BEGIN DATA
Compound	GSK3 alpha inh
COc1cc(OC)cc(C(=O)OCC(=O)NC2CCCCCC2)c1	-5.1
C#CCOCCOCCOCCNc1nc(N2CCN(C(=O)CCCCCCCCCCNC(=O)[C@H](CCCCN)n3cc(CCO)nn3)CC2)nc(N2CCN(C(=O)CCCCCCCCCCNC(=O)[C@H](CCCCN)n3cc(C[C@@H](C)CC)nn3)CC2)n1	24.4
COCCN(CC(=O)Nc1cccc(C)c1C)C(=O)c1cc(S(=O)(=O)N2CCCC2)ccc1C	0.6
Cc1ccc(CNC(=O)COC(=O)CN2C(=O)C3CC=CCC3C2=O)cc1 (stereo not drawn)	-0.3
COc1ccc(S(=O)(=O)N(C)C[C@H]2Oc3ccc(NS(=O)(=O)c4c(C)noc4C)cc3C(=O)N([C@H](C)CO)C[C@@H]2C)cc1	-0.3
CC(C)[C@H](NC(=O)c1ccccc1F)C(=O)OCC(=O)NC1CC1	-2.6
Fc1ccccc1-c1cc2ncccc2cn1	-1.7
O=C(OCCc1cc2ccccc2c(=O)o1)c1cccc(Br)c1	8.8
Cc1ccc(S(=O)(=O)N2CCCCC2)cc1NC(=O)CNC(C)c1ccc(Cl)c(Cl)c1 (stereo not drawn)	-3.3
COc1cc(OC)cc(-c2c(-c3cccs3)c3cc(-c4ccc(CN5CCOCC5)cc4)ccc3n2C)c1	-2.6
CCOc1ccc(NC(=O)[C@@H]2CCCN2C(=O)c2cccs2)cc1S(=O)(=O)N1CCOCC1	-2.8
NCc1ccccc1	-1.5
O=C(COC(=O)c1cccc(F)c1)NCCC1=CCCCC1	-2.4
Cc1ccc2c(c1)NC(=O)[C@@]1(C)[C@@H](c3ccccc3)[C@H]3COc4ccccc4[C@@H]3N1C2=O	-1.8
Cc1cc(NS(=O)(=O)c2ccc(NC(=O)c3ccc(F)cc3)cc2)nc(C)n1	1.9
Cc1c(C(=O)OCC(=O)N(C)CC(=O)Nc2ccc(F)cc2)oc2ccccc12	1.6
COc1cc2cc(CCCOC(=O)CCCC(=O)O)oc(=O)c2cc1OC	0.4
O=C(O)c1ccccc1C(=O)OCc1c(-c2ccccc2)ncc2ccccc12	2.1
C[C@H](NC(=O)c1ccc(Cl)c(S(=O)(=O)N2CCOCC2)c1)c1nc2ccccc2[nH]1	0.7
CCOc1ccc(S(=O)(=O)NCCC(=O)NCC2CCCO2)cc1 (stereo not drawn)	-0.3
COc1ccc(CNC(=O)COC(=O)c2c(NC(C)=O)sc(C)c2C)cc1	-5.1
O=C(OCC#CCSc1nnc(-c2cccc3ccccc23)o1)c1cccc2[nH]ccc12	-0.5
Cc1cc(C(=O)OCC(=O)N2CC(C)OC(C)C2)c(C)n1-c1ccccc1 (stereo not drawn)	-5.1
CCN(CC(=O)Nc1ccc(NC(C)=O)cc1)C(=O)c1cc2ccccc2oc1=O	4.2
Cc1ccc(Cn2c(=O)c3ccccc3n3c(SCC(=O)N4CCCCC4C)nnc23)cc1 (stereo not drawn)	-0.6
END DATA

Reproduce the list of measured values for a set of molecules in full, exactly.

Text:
Compound	GSK3 alpha inh
COc1cc(OC)cc(C(=O)OCC(=O)NC2CCCCCC2)c1	-5.1
C#CCOCCOCCOCCNc1nc(N2CCN(C(=O)CCCCCCCCCCNC(=O)[C@H](CCCCN)n3cc(CCO)nn3)CC2)nc(N2CCN(C(=O)CCCCCCCCCCNC(=O)[C@H](CCCCN)n3cc(C[C@@H](C)CC)nn3)CC2)n1	24.4
COCCN(CC(=O)Nc1cccc(C)c1C)C(=O)c1cc(S(=O)(=O)N2CCCC2)ccc1C	0.6
Cc1ccc(CNC(=O)COC(=O)CN2C(=O)C3CC=CCC3C2=O)cc1 (stereo not drawn)	-0.3
COc1ccc(S(=O)(=O)N(C)C[C@H]2Oc3ccc(NS(=O)(=O)c4c(C)noc4C)cc3C(=O)N([C@H](C)CO)C[C@@H]2C)cc1	-0.3
CC(C)[C@H](NC(=O)c1ccccc1F)C(=O)OCC(=O)NC1CC1	-2.6
Fc1ccccc1-c1cc2ncccc2cn1	-1.7
O=C(OCCc1cc2ccccc2c(=O)o1)c1cccc(Br)c1	8.8
Cc1ccc(S(=O)(=O)N2CCCCC2)cc1NC(=O)CNC(C)c1ccc(Cl)c(Cl)c1 (stereo not drawn)	-3.3
COc1cc(OC)cc(-c2c(-c3cccs3)c3cc(-c4ccc(CN5CCOCC5)cc4)ccc3n2C)c1	-2.6
CCOc1ccc(NC(=O)[C@@H]2CCCN2C(=O)c2cccs2)cc1S(=O)(=O)N1CCOCC1	-2.8
NCc1ccccc1	-1.5
O=C(COC(=O)c1cccc(F)c1)NCCC1=CCCCC1	-2.4
Cc1ccc2c(c1)NC(=O)[C@@]1(C)[C@@H](c3ccccc3)[C@H]3COc4ccccc4[C@@H]3N1C2=O	-1.8
Cc1cc(NS(=O)(=O)c2ccc(NC(=O)c3ccc(F)cc3)cc2)nc(C)n1	1.9
Cc1c(C(=O)OCC(=O)N(C)CC(=O)Nc2ccc(F)cc2)oc2ccccc12	1.6
COc1cc2cc(CCCOC(=O)CCCC(=O)O)oc(=O)c2cc1OC	0.4
O=C(O)c1ccccc1C(=O)OCc1c(-c2ccccc2)ncc2ccccc12	2.1
C[C@H](NC(=O)c1ccc(Cl)c(S(=O)(=O)N2CCOCC2)c1)c1nc2ccccc2[nH]1	0.7
CCOc1ccc(S(=O)(=O)NCCC(=O)NCC2CCCO2)cc1 (stereo not drawn)	-0.3
COc1ccc(CNC(=O)COC(=O)c2c(NC(C)=O)sc(C)c2C)cc1	-5.1
O=C(OCC#CCSc1nnc(-c2cccc3ccccc23)o1)c1cccc2[nH]ccc12	-0.5
Cc1cc(C(=O)OCC(=O)N2CC(C)OC(C)C2)c(C)n1-c1ccccc1 (stereo not drawn)	-5.1
CCN(CC(=O)Nc1ccc(NC(C)=O)cc1)C(=O)c1cc2ccccc2oc1=O	4.2
Cc1ccc(Cn2c(=O)c3ccccc3n3c(SCC(=O)N4CCCCC4C)nnc23)cc1 (stereo not drawn)	-0.6